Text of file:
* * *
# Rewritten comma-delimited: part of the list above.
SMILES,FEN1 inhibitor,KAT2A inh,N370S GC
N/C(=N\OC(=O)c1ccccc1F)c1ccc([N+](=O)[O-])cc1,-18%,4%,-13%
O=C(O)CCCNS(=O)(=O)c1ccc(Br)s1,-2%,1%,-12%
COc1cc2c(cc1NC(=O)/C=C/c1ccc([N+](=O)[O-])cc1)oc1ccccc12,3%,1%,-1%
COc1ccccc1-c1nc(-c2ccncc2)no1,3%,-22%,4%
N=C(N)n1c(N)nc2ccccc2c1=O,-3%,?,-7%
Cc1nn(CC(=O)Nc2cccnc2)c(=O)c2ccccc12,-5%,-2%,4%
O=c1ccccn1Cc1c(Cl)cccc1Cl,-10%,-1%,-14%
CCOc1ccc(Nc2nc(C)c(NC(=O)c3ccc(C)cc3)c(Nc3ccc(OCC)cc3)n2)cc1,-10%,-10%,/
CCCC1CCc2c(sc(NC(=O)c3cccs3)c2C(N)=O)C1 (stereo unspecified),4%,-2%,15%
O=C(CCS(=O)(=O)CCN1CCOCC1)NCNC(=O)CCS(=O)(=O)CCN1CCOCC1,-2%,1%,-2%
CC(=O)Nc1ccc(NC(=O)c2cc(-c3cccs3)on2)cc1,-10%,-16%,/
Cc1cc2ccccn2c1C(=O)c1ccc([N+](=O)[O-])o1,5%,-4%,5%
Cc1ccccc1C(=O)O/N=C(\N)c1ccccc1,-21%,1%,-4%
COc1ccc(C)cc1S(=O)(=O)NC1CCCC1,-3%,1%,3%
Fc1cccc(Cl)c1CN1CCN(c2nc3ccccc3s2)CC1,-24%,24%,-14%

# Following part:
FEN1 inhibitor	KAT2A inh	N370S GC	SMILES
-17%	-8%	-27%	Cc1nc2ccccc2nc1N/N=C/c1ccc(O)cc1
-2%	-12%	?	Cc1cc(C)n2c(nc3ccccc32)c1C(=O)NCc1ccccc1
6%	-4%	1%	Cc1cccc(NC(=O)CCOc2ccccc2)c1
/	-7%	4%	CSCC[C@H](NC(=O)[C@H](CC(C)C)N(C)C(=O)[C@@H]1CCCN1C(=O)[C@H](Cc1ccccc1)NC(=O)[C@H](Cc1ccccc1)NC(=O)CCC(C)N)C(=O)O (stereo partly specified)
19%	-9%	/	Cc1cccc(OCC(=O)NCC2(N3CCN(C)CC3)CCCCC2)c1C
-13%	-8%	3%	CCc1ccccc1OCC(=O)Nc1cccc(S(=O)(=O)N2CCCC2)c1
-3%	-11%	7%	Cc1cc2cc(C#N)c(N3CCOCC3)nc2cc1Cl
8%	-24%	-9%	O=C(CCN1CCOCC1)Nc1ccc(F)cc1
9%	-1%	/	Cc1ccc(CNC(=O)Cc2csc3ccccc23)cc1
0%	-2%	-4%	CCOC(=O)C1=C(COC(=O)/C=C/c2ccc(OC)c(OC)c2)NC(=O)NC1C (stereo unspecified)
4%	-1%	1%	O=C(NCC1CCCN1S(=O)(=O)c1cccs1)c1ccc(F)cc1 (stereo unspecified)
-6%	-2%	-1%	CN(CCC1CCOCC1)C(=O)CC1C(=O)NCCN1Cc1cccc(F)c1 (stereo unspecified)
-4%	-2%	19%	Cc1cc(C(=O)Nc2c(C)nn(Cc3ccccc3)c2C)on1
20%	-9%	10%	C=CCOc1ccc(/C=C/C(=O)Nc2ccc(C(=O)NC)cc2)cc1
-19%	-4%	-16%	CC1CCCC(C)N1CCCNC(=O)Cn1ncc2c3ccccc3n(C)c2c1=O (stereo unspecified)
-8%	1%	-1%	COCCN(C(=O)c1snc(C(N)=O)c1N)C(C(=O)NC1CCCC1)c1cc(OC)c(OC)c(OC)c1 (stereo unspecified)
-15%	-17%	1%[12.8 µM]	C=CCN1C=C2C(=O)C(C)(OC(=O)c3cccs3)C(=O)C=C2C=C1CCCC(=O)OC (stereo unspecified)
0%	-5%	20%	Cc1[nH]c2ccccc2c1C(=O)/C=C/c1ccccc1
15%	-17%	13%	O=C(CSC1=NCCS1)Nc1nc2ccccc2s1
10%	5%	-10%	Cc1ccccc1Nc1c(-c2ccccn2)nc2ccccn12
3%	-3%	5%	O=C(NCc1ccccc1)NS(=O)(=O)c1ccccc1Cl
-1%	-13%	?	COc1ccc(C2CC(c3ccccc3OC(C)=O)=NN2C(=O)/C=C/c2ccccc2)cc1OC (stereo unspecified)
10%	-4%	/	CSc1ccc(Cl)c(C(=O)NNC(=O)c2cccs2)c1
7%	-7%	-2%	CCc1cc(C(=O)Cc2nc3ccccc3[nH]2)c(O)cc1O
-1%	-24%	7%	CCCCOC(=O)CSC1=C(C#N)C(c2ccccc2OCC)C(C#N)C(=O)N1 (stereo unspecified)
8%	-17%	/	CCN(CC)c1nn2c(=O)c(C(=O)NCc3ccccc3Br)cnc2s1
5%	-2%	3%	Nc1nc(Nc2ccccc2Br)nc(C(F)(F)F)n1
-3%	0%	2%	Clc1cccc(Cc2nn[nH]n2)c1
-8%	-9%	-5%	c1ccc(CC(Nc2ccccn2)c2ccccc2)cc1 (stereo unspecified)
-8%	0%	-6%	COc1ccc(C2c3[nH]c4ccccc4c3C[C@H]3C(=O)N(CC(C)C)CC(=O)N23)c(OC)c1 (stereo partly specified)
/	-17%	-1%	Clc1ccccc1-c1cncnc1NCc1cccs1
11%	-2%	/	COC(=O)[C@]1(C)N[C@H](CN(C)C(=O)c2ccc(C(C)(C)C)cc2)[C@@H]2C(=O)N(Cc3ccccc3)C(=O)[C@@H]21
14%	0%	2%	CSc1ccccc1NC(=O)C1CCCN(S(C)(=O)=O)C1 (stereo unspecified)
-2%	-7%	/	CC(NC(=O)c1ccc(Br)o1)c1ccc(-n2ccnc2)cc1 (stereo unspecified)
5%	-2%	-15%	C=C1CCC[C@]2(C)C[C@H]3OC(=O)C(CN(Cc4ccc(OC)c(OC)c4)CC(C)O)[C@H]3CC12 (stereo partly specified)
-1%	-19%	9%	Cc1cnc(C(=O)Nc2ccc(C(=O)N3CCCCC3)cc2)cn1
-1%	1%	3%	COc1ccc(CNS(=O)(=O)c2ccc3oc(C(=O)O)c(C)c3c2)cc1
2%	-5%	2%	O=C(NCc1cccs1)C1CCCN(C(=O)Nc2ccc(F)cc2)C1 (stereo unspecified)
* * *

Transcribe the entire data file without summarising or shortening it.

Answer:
# Rewritten comma-delimited: part of the list above.
SMILES,FEN1 inhibitor,KAT2A inh,N370S GC
N/C(=N\OC(=O)c1ccccc1F)c1ccc([N+](=O)[O-])cc1,-18%,4%,-13%
O=C(O)CCCNS(=O)(=O)c1ccc(Br)s1,-2%,1%,-12%
COc1cc2c(cc1NC(=O)/C=C/c1ccc([N+](=O)[O-])cc1)oc1ccccc12,3%,1%,-1%
COc1ccccc1-c1nc(-c2ccncc2)no1,3%,-22%,4%
N=C(N)n1c(N)nc2ccccc2c1=O,-3%,?,-7%
Cc1nn(CC(=O)Nc2cccnc2)c(=O)c2ccccc12,-5%,-2%,4%
O=c1ccccn1Cc1c(Cl)cccc1Cl,-10%,-1%,-14%
CCOc1ccc(Nc2nc(C)c(NC(=O)c3ccc(C)cc3)c(Nc3ccc(OCC)cc3)n2)cc1,-10%,-10%,/
CCCC1CCc2c(sc(NC(=O)c3cccs3)c2C(N)=O)C1 (stereo unspecified),4%,-2%,15%
O=C(CCS(=O)(=O)CCN1CCOCC1)NCNC(=O)CCS(=O)(=O)CCN1CCOCC1,-2%,1%,-2%
CC(=O)Nc1ccc(NC(=O)c2cc(-c3cccs3)on2)cc1,-10%,-16%,/
Cc1cc2ccccn2c1C(=O)c1ccc([N+](=O)[O-])o1,5%,-4%,5%
Cc1ccccc1C(=O)O/N=C(\N)c1ccccc1,-21%,1%,-4%
COc1ccc(C)cc1S(=O)(=O)NC1CCCC1,-3%,1%,3%
Fc1cccc(Cl)c1CN1CCN(c2nc3ccccc3s2)CC1,-24%,24%,-14%

# Following part:
FEN1 inhibitor	KAT2A inh	N370S GC	SMILES
-17%	-8%	-27%	Cc1nc2ccccc2nc1N/N=C/c1ccc(O)cc1
-2%	-12%	?	Cc1cc(C)n2c(nc3ccccc32)c1C(=O)NCc1ccccc1
6%	-4%	1%	Cc1cccc(NC(=O)CCOc2ccccc2)c1
/	-7%	4%	CSCC[C@H](NC(=O)[C@H](CC(C)C)N(C)C(=O)[C@@H]1CCCN1C(=O)[C@H](Cc1ccccc1)NC(=O)[C@H](Cc1ccccc1)NC(=O)CCC(C)N)C(=O)O (stereo partly specified)
19%	-9%	/	Cc1cccc(OCC(=O)NCC2(N3CCN(C)CC3)CCCCC2)c1C
-13%	-8%	3%	CCc1ccccc1OCC(=O)Nc1cccc(S(=O)(=O)N2CCCC2)c1
-3%	-11%	7%	Cc1cc2cc(C#N)c(N3CCOCC3)nc2cc1Cl
8%	-24%	-9%	O=C(CCN1CCOCC1)Nc1ccc(F)cc1
9%	-1%	/	Cc1ccc(CNC(=O)Cc2csc3ccccc23)cc1
0%	-2%	-4%	CCOC(=O)C1=C(COC(=O)/C=C/c2ccc(OC)c(OC)c2)NC(=O)NC1C (stereo unspecified)
4%	-1%	1%	O=C(NCC1CCCN1S(=O)(=O)c1cccs1)c1ccc(F)cc1 (stereo unspecified)
-6%	-2%	-1%	CN(CCC1CCOCC1)C(=O)CC1C(=O)NCCN1Cc1cccc(F)c1 (stereo unspecified)
-4%	-2%	19%	Cc1cc(C(=O)Nc2c(C)nn(Cc3ccccc3)c2C)on1
20%	-9%	10%	C=CCOc1ccc(/C=C/C(=O)Nc2ccc(C(=O)NC)cc2)cc1
-19%	-4%	-16%	CC1CCCC(C)N1CCCNC(=O)Cn1ncc2c3ccccc3n(C)c2c1=O (stereo unspecified)
-8%	1%	-1%	COCCN(C(=O)c1snc(C(N)=O)c1N)C(C(=O)NC1CCCC1)c1cc(OC)c(OC)c(OC)c1 (stereo unspecified)
-15%	-17%	1%[12.8 µM]	C=CCN1C=C2C(=O)C(C)(OC(=O)c3cccs3)C(=O)C=C2C=C1CCCC(=O)OC (stereo unspecified)
0%	-5%	20%	Cc1[nH]c2ccccc2c1C(=O)/C=C/c1ccccc1
15%	-17%	13%	O=C(CSC1=NCCS1)Nc1nc2ccccc2s1
10%	5%	-10%	Cc1ccccc1Nc1c(-c2ccccn2)nc2ccccn12
3%	-3%	5%	O=C(NCc1ccccc1)NS(=O)(=O)c1ccccc1Cl
-1%	-13%	?	COc1ccc(C2CC(c3ccccc3OC(C)=O)=NN2C(=O)/C=C/c2ccccc2)cc1OC (stereo unspecified)
10%	-4%	/	CSc1ccc(Cl)c(C(=O)NNC(=O)c2cccs2)c1
7%	-7%	-2%	CCc1cc(C(=O)Cc2nc3ccccc3[nH]2)c(O)cc1O
-1%	-24%	7%	CCCCOC(=O)CSC1=C(C#N)C(c2ccccc2OCC)C(C#N)C(=O)N1 (stereo unspecified)
8%	-17%	/	CCN(CC)c1nn2c(=O)c(C(=O)NCc3ccccc3Br)cnc2s1
5%	-2%	3%	Nc1nc(Nc2ccccc2Br)nc(C(F)(F)F)n1
-3%	0%	2%	Clc1cccc(Cc2nn[nH]n2)c1
-8%	-9%	-5%	c1ccc(CC(Nc2ccccn2)c2ccccc2)cc1 (stereo unspecified)
-8%	0%	-6%	COc1ccc(C2c3[nH]c4ccccc4c3C[C@H]3C(=O)N(CC(C)C)CC(=O)N23)c(OC)c1 (stereo partly specified)
/	-17%	-1%	Clc1ccccc1-c1cncnc1NCc1cccs1
11%	-2%	/	COC(=O)[C@]1(C)N[C@H](CN(C)C(=O)c2ccc(C(C)(C)C)cc2)[C@@H]2C(=O)N(Cc3ccccc3)C(=O)[C@@H]21
14%	0%	2%	CSc1ccccc1NC(=O)C1CCCN(S(C)(=O)=O)C1 (stereo unspecified)
-2%	-7%	/	CC(NC(=O)c1ccc(Br)o1)c1ccc(-n2ccnc2)cc1 (stereo unspecified)
5%	-2%	-15%	C=C1CCC[C@]2(C)C[C@H]3OC(=O)C(CN(Cc4ccc(OC)c(OC)c4)CC(C)O)[C@H]3CC12 (stereo partly specified)
-1%	-19%	9%	Cc1cnc(C(=O)Nc2ccc(C(=O)N3CCCCC3)cc2)cn1
-1%	1%	3%	COc1ccc(CNS(=O)(=O)c2ccc3oc(C(=O)O)c(C)c3c2)cc1
2%	-5%	2%	O=C(NCc1cccs1)C1CCCN(C(=O)Nc2ccc(F)cc2)C1 (stereo unspecified)